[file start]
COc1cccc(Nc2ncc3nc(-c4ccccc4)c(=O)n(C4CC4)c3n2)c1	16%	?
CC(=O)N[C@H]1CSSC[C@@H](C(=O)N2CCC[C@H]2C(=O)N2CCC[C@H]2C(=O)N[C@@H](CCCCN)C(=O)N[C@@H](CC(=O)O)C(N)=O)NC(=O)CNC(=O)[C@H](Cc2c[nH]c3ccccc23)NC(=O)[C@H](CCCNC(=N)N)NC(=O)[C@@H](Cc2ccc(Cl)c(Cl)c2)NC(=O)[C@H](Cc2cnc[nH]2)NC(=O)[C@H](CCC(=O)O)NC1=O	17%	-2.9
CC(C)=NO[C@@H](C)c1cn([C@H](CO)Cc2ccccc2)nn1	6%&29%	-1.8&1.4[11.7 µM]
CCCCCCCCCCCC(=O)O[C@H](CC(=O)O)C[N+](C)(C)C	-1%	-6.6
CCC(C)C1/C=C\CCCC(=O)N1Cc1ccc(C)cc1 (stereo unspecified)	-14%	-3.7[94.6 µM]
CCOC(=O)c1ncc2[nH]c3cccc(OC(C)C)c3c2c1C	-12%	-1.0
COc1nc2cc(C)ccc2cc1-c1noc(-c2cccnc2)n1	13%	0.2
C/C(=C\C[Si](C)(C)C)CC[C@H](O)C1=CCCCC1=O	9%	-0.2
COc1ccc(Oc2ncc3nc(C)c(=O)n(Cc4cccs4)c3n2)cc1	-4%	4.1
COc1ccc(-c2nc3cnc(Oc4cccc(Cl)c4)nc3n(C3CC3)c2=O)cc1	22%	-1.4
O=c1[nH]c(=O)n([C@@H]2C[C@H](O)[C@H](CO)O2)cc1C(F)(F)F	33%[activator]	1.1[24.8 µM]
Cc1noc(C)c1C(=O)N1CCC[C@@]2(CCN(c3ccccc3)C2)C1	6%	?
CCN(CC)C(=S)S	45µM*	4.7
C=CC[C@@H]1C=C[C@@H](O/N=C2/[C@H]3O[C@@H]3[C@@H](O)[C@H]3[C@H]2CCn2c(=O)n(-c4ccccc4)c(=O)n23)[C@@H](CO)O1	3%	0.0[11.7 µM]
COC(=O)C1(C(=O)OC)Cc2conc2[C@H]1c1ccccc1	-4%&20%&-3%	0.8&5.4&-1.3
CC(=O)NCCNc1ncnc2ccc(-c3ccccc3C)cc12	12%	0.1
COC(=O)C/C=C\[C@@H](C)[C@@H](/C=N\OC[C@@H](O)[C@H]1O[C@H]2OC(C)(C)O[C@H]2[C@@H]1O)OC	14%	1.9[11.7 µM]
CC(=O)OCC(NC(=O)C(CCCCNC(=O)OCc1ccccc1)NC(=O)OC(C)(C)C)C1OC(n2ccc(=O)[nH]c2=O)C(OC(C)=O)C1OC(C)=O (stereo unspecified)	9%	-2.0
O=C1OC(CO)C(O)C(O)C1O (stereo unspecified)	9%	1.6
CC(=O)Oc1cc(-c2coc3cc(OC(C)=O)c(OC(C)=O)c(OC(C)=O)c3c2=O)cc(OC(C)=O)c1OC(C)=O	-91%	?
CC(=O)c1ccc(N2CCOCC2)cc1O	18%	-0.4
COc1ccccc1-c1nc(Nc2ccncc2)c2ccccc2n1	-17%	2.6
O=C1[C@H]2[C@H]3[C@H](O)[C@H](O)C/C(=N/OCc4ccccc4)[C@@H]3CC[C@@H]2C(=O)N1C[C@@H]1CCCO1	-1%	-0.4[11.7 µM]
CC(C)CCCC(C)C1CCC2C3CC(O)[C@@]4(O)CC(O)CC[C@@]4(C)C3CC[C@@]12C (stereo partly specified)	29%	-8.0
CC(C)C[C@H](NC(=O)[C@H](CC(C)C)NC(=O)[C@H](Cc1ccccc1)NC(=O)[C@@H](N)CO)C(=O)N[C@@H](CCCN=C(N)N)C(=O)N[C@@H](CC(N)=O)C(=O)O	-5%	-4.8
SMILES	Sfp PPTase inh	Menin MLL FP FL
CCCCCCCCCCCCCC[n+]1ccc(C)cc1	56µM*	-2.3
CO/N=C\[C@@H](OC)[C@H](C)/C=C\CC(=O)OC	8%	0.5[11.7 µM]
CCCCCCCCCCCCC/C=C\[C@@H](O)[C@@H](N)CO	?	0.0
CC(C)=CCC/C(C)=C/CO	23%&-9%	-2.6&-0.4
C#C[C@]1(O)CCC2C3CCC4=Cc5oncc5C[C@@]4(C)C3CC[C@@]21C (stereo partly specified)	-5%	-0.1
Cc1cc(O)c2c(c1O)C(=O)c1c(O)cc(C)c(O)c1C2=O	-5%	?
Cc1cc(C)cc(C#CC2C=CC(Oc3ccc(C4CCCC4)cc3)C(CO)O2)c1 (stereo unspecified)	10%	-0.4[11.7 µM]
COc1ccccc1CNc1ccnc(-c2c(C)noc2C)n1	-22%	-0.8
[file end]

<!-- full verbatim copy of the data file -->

COc1cccc(Nc2ncc3nc(-c4ccccc4)c(=O)n(C4CC4)c3n2)c1	16%	?
CC(=O)N[C@H]1CSSC[C@@H](C(=O)N2CCC[C@H]2C(=O)N2CCC[C@H]2C(=O)N[C@@H](CCCCN)C(=O)N[C@@H](CC(=O)O)C(N)=O)NC(=O)CNC(=O)[C@H](Cc2c[nH]c3ccccc23)NC(=O)[C@H](CCCNC(=N)N)NC(=O)[C@@H](Cc2ccc(Cl)c(Cl)c2)NC(=O)[C@H](Cc2cnc[nH]2)NC(=O)[C@H](CCC(=O)O)NC1=O	17%	-2.9
CC(C)=NO[C@@H](C)c1cn([C@H](CO)Cc2ccccc2)nn1	6%&29%	-1.8&1.4[11.7 µM]
CCCCCCCCCCCC(=O)O[C@H](CC(=O)O)C[N+](C)(C)C	-1%	-6.6
CCC(C)C1/C=C\CCCC(=O)N1Cc1ccc(C)cc1 (stereo unspecified)	-14%	-3.7[94.6 µM]
CCOC(=O)c1ncc2[nH]c3cccc(OC(C)C)c3c2c1C	-12%	-1.0
COc1nc2cc(C)ccc2cc1-c1noc(-c2cccnc2)n1	13%	0.2
C/C(=C\C[Si](C)(C)C)CC[C@H](O)C1=CCCCC1=O	9%	-0.2
COc1ccc(Oc2ncc3nc(C)c(=O)n(Cc4cccs4)c3n2)cc1	-4%	4.1
COc1ccc(-c2nc3cnc(Oc4cccc(Cl)c4)nc3n(C3CC3)c2=O)cc1	22%	-1.4
O=c1[nH]c(=O)n([C@@H]2C[C@H](O)[C@H](CO)O2)cc1C(F)(F)F	33%[activator]	1.1[24.8 µM]
Cc1noc(C)c1C(=O)N1CCC[C@@]2(CCN(c3ccccc3)C2)C1	6%	?
CCN(CC)C(=S)S	45µM*	4.7
C=CC[C@@H]1C=C[C@@H](O/N=C2/[C@H]3O[C@@H]3[C@@H](O)[C@H]3[C@H]2CCn2c(=O)n(-c4ccccc4)c(=O)n23)[C@@H](CO)O1	3%	0.0[11.7 µM]
COC(=O)C1(C(=O)OC)Cc2conc2[C@H]1c1ccccc1	-4%&20%&-3%	0.8&5.4&-1.3
CC(=O)NCCNc1ncnc2ccc(-c3ccccc3C)cc12	12%	0.1
COC(=O)C/C=C\[C@@H](C)[C@@H](/C=N\OC[C@@H](O)[C@H]1O[C@H]2OC(C)(C)O[C@H]2[C@@H]1O)OC	14%	1.9[11.7 µM]
CC(=O)OCC(NC(=O)C(CCCCNC(=O)OCc1ccccc1)NC(=O)OC(C)(C)C)C1OC(n2ccc(=O)[nH]c2=O)C(OC(C)=O)C1OC(C)=O (stereo unspecified)	9%	-2.0
O=C1OC(CO)C(O)C(O)C1O (stereo unspecified)	9%	1.6
CC(=O)Oc1cc(-c2coc3cc(OC(C)=O)c(OC(C)=O)c(OC(C)=O)c3c2=O)cc(OC(C)=O)c1OC(C)=O	-91%	?
CC(=O)c1ccc(N2CCOCC2)cc1O	18%	-0.4
COc1ccccc1-c1nc(Nc2ccncc2)c2ccccc2n1	-17%	2.6
O=C1[C@H]2[C@H]3[C@H](O)[C@H](O)C/C(=N/OCc4ccccc4)[C@@H]3CC[C@@H]2C(=O)N1C[C@@H]1CCCO1	-1%	-0.4[11.7 µM]
CC(C)CCCC(C)C1CCC2C3CC(O)[C@@]4(O)CC(O)CC[C@@]4(C)C3CC[C@@]12C (stereo partly specified)	29%	-8.0
CC(C)C[C@H](NC(=O)[C@H](CC(C)C)NC(=O)[C@H](Cc1ccccc1)NC(=O)[C@@H](N)CO)C(=O)N[C@@H](CCCN=C(N)N)C(=O)N[C@@H](CC(N)=O)C(=O)O	-5%	-4.8
SMILES	Sfp PPTase inh	Menin MLL FP FL
CCCCCCCCCCCCCC[n+]1ccc(C)cc1	56µM*	-2.3
CO/N=C\[C@@H](OC)[C@H](C)/C=C\CC(=O)OC	8%	0.5[11.7 µM]
CCCCCCCCCCCCC/C=C\[C@@H](O)[C@@H](N)CO	?	0.0
CC(C)=CCC/C(C)=C/CO	23%&-9%	-2.6&-0.4
C#C[C@]1(O)CCC2C3CCC4=Cc5oncc5C[C@@]4(C)C3CC[C@@]21C (stereo partly specified)	-5%	-0.1
Cc1cc(O)c2c(c1O)C(=O)c1c(O)cc(C)c(O)c1C2=O	-5%	?
Cc1cc(C)cc(C#CC2C=CC(Oc3ccc(C4CCCC4)cc3)C(CO)O2)c1 (stereo unspecified)	10%	-0.4[11.7 µM]
COc1ccccc1CNc1ccnc(-c2c(C)noc2C)n1	-22%	-0.8